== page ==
One of my new recent favorites! Today, I took the kids hiking through the hills in San Antonio Park with some friends to visit Deer Hollow Farm. The flowering thistles were drawing my attention but not delivering in any shots, no matter how much I encouraged them. Along the hike, my friend mentioned the bee on a nearby thistle. Needless to say, that was followed by several clicking sounds coming from my camera.
I love the pollen on this bee, the colors, clarity, aphids and spider web.
Lavender attracts three varieties of bees and the paper wasp in my front yard. These guys are Carpenter Bees. They don’t have stingers but are still rather aggressive. Despite their large size, they are harder to shoot in an interesting way than the honey bees since they are much faster and much more impatient. In the top photo, if you look, you can see my reflection in the eye. The bee below seems to have lost an antennae.
I am finding that I enjoy taking photos of the bees in the front yard. They don’t mind me being there and they are great subjects. This little guy was hanging on to the lavender with just his hind legs while cleaning his tongue.
I didn’t go out shooting today with any intent to photograph more bees. However, this, I could not pass up. While walking through an old orchard, I noticed a large something hanging from a tree. Upon closer inspection, it turned out to be hundreds of bees. Perhaps a thousand or more? I probably got about 10 or 15 feet away to take this shot (and a few others). I was a bit nervous to get much closer. At first I thought this was a hive, but when I returned later in the day to get more shots, all of the bees were gone. In reading on this, it looks like the hive had split and this group was looking for a new home.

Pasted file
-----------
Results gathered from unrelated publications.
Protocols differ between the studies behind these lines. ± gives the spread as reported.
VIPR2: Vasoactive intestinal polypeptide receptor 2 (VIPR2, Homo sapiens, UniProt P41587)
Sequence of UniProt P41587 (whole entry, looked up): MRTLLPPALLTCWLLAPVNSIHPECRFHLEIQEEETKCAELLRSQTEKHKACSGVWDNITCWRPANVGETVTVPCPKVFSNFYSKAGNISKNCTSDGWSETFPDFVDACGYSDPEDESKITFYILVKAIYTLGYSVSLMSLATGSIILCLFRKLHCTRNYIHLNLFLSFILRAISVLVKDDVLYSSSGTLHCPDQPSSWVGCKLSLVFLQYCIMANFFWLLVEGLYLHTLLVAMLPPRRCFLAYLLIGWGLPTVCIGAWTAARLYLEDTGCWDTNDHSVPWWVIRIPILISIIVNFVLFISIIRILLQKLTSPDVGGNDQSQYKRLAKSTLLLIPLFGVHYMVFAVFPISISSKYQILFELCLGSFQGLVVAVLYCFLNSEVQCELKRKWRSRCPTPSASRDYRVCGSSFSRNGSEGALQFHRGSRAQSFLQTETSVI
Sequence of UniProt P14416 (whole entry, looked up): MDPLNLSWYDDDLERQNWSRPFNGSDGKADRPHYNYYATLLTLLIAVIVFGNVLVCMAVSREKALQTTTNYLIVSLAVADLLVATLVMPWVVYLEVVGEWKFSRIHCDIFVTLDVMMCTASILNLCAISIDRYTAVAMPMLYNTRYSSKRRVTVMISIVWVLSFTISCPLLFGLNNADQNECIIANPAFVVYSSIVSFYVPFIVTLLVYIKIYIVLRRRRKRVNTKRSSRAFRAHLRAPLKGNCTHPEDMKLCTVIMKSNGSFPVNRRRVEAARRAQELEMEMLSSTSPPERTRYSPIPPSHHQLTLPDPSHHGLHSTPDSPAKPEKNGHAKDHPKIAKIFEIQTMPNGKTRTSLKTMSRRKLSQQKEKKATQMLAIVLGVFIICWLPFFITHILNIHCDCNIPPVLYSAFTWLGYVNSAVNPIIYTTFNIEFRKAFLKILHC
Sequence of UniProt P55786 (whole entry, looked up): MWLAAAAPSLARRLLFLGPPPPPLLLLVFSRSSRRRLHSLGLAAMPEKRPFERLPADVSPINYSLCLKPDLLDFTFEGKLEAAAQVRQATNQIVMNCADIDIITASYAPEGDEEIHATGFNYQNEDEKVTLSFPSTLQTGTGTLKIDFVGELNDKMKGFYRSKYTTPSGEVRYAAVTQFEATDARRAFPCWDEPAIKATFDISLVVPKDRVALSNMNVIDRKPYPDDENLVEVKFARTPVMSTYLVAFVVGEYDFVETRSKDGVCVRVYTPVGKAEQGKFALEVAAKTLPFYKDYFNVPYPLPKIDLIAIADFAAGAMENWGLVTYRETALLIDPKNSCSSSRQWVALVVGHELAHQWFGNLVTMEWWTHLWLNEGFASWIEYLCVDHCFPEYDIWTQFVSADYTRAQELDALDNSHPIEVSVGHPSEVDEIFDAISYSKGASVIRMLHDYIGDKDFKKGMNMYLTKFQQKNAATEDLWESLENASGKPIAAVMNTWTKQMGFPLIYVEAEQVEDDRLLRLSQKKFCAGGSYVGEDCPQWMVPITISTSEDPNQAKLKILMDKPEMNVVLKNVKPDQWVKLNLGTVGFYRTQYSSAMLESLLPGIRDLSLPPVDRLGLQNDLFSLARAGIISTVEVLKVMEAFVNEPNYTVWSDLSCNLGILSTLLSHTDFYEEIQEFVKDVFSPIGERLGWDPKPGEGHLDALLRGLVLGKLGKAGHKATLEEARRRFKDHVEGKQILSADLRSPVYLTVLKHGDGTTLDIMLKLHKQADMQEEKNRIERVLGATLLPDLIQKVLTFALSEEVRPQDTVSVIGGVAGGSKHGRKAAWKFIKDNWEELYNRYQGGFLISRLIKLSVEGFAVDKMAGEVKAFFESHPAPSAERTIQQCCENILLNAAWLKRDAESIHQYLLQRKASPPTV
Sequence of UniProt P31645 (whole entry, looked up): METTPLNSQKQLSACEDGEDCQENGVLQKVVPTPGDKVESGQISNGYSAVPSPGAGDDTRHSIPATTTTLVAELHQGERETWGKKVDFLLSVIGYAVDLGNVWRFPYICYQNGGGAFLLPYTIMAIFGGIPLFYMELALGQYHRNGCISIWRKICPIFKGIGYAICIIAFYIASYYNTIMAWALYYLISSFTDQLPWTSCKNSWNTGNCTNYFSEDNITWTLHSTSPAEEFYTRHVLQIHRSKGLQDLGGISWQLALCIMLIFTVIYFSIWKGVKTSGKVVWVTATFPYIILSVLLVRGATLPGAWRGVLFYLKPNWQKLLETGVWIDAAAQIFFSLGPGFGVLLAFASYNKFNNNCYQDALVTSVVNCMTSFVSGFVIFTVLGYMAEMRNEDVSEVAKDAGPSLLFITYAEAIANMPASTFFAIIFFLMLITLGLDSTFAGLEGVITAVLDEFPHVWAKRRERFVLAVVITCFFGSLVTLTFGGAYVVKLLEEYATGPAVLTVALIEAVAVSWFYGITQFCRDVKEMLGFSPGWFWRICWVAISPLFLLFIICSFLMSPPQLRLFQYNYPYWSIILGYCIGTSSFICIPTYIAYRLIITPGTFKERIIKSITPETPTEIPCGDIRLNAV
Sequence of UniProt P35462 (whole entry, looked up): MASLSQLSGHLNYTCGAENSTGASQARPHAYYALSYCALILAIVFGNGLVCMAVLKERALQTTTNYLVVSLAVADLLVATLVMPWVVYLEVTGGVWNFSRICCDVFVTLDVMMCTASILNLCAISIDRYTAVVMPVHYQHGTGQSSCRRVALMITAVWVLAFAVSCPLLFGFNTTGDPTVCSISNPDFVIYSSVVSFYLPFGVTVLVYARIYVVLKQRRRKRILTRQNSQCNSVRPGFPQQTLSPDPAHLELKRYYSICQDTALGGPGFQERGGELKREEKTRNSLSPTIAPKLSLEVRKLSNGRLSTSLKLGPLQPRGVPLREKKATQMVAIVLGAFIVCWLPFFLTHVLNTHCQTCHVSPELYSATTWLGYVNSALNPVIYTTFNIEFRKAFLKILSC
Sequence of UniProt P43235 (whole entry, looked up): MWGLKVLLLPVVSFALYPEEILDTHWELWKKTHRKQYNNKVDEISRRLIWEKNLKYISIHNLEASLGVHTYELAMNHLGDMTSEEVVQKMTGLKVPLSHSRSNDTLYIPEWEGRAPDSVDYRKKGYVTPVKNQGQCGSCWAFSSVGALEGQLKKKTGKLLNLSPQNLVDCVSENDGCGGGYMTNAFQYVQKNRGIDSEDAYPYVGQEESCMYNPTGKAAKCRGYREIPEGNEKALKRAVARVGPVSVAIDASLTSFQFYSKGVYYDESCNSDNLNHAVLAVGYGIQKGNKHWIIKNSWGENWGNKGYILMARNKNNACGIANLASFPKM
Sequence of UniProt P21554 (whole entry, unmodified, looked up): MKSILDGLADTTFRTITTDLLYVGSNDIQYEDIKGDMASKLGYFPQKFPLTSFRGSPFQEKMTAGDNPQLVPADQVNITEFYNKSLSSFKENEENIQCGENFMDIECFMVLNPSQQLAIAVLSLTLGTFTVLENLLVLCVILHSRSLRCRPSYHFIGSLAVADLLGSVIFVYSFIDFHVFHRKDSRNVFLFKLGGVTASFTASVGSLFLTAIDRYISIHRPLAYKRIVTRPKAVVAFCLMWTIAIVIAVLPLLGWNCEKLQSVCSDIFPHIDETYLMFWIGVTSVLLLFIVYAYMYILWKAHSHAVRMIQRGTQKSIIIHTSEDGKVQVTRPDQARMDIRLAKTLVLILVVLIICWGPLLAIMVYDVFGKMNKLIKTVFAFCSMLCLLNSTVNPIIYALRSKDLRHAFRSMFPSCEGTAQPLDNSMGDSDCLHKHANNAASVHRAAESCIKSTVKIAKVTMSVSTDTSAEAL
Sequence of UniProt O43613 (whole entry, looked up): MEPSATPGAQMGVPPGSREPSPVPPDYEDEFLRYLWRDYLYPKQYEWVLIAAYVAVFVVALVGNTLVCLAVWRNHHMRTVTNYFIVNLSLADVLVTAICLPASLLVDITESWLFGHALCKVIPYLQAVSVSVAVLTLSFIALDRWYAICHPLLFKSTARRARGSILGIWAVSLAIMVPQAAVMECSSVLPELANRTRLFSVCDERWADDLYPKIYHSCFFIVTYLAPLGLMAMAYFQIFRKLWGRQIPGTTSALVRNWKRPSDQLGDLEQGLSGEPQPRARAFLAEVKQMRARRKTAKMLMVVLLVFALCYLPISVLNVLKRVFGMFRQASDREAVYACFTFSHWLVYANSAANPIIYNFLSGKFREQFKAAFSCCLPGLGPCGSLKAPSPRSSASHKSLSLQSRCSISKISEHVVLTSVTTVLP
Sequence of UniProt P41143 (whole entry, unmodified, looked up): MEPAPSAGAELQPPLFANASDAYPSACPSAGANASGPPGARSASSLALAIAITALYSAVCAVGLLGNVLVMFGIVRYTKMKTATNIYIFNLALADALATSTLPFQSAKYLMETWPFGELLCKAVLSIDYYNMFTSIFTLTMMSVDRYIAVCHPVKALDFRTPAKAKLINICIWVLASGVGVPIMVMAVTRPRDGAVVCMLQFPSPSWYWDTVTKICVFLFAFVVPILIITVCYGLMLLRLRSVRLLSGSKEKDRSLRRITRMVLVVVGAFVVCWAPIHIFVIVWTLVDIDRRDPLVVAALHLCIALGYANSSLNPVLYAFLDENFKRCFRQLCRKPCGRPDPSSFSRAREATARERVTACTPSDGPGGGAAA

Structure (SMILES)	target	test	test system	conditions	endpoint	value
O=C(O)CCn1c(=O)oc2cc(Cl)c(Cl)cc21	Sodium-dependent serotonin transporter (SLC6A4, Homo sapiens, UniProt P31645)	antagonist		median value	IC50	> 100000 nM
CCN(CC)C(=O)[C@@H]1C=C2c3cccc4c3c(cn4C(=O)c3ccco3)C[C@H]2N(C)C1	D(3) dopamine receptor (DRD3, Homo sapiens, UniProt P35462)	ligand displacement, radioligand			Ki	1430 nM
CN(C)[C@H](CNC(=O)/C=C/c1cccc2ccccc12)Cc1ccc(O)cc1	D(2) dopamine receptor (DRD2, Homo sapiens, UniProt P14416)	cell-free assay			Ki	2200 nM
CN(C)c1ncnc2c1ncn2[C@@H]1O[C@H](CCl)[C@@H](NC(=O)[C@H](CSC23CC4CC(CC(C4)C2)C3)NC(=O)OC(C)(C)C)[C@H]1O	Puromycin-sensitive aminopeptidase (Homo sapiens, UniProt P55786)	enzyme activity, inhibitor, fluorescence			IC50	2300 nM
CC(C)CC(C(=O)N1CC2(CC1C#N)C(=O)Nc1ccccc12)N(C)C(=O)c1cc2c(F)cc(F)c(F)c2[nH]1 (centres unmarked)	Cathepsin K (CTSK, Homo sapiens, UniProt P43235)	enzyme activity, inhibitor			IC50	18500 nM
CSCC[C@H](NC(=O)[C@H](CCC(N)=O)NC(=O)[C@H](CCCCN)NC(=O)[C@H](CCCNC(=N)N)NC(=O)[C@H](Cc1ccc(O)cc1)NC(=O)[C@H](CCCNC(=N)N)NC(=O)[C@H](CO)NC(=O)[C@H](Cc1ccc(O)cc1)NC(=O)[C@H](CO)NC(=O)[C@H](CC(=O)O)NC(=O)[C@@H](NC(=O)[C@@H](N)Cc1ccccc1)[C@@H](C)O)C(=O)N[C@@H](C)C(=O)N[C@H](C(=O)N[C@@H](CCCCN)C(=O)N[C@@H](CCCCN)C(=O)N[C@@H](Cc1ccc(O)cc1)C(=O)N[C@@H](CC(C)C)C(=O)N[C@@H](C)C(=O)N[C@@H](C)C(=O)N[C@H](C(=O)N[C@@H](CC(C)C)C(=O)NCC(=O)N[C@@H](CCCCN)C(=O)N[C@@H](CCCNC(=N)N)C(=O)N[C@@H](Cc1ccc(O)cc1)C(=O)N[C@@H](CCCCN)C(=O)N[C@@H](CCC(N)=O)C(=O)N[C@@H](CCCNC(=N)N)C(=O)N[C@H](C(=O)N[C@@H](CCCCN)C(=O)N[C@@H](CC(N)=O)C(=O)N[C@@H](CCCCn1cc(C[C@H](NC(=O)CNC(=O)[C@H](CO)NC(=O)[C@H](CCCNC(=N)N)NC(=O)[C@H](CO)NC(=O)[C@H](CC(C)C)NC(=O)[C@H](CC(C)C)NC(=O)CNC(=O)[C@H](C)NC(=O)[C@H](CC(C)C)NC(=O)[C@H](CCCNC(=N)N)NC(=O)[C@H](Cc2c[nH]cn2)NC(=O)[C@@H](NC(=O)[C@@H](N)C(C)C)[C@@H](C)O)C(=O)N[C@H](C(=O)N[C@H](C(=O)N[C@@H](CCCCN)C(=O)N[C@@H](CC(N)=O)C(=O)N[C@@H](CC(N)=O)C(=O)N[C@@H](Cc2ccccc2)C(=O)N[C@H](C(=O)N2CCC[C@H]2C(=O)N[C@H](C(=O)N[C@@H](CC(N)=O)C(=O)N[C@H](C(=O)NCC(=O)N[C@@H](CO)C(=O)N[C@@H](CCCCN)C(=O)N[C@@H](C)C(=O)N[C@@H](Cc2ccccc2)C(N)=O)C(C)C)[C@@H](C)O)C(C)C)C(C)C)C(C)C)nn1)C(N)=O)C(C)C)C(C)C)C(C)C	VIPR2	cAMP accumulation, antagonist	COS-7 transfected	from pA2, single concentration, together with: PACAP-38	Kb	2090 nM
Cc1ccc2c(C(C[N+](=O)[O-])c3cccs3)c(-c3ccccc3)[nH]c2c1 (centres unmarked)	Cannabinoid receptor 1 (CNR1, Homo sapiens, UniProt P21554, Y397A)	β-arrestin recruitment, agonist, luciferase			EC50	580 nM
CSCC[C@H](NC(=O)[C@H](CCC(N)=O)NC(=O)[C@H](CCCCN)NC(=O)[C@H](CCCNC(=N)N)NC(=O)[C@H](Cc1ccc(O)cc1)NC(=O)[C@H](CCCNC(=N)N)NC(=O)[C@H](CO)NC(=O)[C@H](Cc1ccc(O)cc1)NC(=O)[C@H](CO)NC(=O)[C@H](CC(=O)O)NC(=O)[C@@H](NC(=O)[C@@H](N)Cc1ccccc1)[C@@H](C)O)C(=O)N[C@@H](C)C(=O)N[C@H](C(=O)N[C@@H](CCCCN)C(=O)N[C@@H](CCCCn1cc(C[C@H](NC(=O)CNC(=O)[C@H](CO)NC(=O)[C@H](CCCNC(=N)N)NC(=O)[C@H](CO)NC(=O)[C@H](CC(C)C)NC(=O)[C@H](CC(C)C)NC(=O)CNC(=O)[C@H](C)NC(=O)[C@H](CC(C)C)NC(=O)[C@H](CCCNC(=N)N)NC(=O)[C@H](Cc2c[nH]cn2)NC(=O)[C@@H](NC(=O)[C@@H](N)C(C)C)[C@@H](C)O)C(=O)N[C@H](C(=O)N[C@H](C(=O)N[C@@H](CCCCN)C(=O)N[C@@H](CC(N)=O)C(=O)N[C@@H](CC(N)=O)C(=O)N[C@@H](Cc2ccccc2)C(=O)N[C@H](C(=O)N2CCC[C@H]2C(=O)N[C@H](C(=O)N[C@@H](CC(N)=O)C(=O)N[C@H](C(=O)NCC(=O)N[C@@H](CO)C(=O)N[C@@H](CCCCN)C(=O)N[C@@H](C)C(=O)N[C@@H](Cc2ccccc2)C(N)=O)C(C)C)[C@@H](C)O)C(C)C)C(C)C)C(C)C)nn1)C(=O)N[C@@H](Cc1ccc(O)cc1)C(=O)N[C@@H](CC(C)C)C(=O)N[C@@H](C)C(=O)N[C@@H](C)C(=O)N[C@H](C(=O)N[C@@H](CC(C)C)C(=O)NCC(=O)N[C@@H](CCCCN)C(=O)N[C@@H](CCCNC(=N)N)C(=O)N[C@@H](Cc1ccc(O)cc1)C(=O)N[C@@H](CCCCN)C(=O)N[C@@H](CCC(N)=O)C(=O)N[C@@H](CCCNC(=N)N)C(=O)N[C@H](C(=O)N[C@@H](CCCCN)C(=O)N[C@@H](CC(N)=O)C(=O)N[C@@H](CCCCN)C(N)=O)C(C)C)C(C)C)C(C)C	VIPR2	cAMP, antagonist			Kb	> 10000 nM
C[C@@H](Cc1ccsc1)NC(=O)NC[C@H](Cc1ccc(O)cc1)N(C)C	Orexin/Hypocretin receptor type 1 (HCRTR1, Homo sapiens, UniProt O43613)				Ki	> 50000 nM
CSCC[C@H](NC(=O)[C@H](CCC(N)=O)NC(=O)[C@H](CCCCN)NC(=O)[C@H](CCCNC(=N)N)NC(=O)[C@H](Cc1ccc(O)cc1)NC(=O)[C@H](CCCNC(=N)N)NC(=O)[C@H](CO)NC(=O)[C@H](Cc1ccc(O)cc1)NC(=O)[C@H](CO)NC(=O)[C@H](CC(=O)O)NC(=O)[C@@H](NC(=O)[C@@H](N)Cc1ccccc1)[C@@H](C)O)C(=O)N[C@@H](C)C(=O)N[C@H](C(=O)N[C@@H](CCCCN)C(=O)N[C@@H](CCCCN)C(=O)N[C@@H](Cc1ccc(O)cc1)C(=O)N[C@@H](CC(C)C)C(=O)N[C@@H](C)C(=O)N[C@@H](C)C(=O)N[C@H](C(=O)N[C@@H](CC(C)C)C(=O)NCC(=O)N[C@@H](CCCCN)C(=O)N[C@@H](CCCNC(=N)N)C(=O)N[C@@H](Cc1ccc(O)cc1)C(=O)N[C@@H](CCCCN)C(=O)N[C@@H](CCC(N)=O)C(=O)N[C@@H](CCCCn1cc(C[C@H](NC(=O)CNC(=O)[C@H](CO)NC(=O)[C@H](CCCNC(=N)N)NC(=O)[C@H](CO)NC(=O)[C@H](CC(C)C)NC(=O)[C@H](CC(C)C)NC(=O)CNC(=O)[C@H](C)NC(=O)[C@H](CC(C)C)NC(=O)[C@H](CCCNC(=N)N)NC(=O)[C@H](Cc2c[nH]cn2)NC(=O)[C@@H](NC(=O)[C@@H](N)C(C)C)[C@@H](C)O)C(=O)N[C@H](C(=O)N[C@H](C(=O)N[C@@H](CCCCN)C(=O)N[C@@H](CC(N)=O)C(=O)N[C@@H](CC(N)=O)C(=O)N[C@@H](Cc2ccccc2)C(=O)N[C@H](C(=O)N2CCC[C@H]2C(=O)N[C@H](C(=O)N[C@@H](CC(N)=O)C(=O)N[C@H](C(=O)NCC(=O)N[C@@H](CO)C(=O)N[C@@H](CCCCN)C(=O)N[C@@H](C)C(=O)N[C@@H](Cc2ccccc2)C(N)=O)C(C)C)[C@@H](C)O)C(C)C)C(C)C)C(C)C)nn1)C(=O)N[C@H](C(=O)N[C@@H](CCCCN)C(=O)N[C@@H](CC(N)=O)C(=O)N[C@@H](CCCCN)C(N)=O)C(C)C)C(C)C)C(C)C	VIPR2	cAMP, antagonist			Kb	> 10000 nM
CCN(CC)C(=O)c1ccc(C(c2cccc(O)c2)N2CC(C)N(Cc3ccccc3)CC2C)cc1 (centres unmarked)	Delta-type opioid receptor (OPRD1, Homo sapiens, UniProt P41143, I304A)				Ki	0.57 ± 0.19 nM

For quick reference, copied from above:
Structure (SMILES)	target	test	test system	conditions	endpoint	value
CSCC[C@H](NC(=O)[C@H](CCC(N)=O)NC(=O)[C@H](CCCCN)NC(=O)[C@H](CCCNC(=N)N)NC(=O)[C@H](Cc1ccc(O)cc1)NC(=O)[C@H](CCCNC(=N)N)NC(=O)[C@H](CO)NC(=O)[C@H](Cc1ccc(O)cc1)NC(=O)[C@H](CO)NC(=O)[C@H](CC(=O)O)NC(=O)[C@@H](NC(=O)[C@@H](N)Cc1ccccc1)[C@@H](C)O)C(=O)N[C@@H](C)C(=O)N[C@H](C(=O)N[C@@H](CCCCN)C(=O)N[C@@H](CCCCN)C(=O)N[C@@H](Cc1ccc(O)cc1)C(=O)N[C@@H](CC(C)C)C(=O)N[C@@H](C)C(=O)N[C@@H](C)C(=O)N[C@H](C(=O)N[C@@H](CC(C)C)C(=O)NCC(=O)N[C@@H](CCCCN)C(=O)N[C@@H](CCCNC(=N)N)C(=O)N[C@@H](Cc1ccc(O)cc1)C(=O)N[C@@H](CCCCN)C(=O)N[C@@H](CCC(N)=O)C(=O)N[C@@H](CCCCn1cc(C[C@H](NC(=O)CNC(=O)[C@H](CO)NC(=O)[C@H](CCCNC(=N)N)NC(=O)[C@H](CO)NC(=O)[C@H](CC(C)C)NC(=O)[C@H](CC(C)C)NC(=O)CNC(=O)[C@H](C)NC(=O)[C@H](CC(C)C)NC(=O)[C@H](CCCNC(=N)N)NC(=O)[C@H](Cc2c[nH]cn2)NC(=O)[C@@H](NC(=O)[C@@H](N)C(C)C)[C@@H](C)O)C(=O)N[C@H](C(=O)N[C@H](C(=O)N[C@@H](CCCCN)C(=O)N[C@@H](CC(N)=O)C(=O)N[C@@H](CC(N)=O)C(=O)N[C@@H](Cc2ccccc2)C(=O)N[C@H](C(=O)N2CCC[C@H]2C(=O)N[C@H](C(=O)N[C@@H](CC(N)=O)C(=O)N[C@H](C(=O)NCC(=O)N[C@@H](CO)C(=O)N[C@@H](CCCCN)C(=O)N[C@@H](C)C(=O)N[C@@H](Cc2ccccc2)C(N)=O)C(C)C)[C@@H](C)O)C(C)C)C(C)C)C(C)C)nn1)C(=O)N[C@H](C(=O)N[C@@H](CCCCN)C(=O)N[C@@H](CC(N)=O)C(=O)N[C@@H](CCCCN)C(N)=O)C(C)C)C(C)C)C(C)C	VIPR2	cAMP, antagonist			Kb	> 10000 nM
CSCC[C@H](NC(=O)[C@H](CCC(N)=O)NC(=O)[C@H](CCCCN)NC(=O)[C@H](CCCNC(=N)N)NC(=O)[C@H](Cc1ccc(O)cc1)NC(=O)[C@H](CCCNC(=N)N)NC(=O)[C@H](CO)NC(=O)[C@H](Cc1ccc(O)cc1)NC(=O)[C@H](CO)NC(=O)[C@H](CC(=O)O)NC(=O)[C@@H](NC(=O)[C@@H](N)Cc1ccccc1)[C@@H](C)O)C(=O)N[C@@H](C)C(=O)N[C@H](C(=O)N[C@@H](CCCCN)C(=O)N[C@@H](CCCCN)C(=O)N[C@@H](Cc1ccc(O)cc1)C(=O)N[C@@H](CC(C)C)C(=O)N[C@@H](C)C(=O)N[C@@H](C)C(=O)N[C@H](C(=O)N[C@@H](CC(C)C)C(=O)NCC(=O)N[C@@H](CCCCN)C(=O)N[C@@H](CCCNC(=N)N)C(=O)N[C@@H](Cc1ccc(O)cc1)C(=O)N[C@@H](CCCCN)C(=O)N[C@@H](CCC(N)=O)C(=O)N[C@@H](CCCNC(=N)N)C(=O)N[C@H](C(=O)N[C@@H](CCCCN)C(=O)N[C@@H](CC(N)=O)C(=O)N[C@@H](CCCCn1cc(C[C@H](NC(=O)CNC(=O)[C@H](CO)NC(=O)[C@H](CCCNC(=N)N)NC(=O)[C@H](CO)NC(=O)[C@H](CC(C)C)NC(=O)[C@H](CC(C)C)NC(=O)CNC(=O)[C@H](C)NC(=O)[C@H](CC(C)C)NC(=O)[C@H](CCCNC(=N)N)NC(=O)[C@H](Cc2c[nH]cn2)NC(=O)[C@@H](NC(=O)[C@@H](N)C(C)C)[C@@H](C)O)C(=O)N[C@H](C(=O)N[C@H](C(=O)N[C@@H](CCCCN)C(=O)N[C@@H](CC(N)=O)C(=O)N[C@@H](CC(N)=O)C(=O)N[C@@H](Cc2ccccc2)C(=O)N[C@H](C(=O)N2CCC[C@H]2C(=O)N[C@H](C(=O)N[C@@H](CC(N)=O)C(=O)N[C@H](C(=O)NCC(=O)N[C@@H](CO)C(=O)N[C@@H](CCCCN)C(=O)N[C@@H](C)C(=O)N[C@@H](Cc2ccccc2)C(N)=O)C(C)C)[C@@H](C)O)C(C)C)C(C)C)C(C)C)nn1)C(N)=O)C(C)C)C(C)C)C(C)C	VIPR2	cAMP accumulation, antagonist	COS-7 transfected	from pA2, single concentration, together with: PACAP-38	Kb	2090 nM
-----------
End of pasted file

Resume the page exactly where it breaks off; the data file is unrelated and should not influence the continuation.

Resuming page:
The close-up detail (while not super-sharp) gives a good perspective on just how crazy the cluster was.
This shot is a single-shot HDR to bring out the details in the cluster. This was taken around noon so the lighting was horrible.
I have been quiet on here lately, but the shutter has still been firing. Bees are still capturing the attention of my camera. They are challenging to capture in interesting moments, which usually means flight. I’ve been getting pretty close and I upset one of the larger bees (which are quite aggressive even towards the other bees). The trick I learned here was a shutter speed of about 1600 was required to get the better shots. Manual focus seems to be the way to go along with patience. Chasing the bees with the camera is just plain frustrating as they are far faster than the focus.
Reverse lens macro of one of the bees on the spanish lavender.
The evening light today was perfect for shooting some tree blossoms and the busy bees working on them. I was using my 28-135 lens for these shots which means I had to crop quite a bit to get the right detail. The real challenge here was sharp focus with the quickly moving bees. For that, I used live view, zoomed in to quickly manually focus on the bees while somewhat still. Once they started to move, I let the rapid-fire shutter go. This collection is out of about 30 total attempts.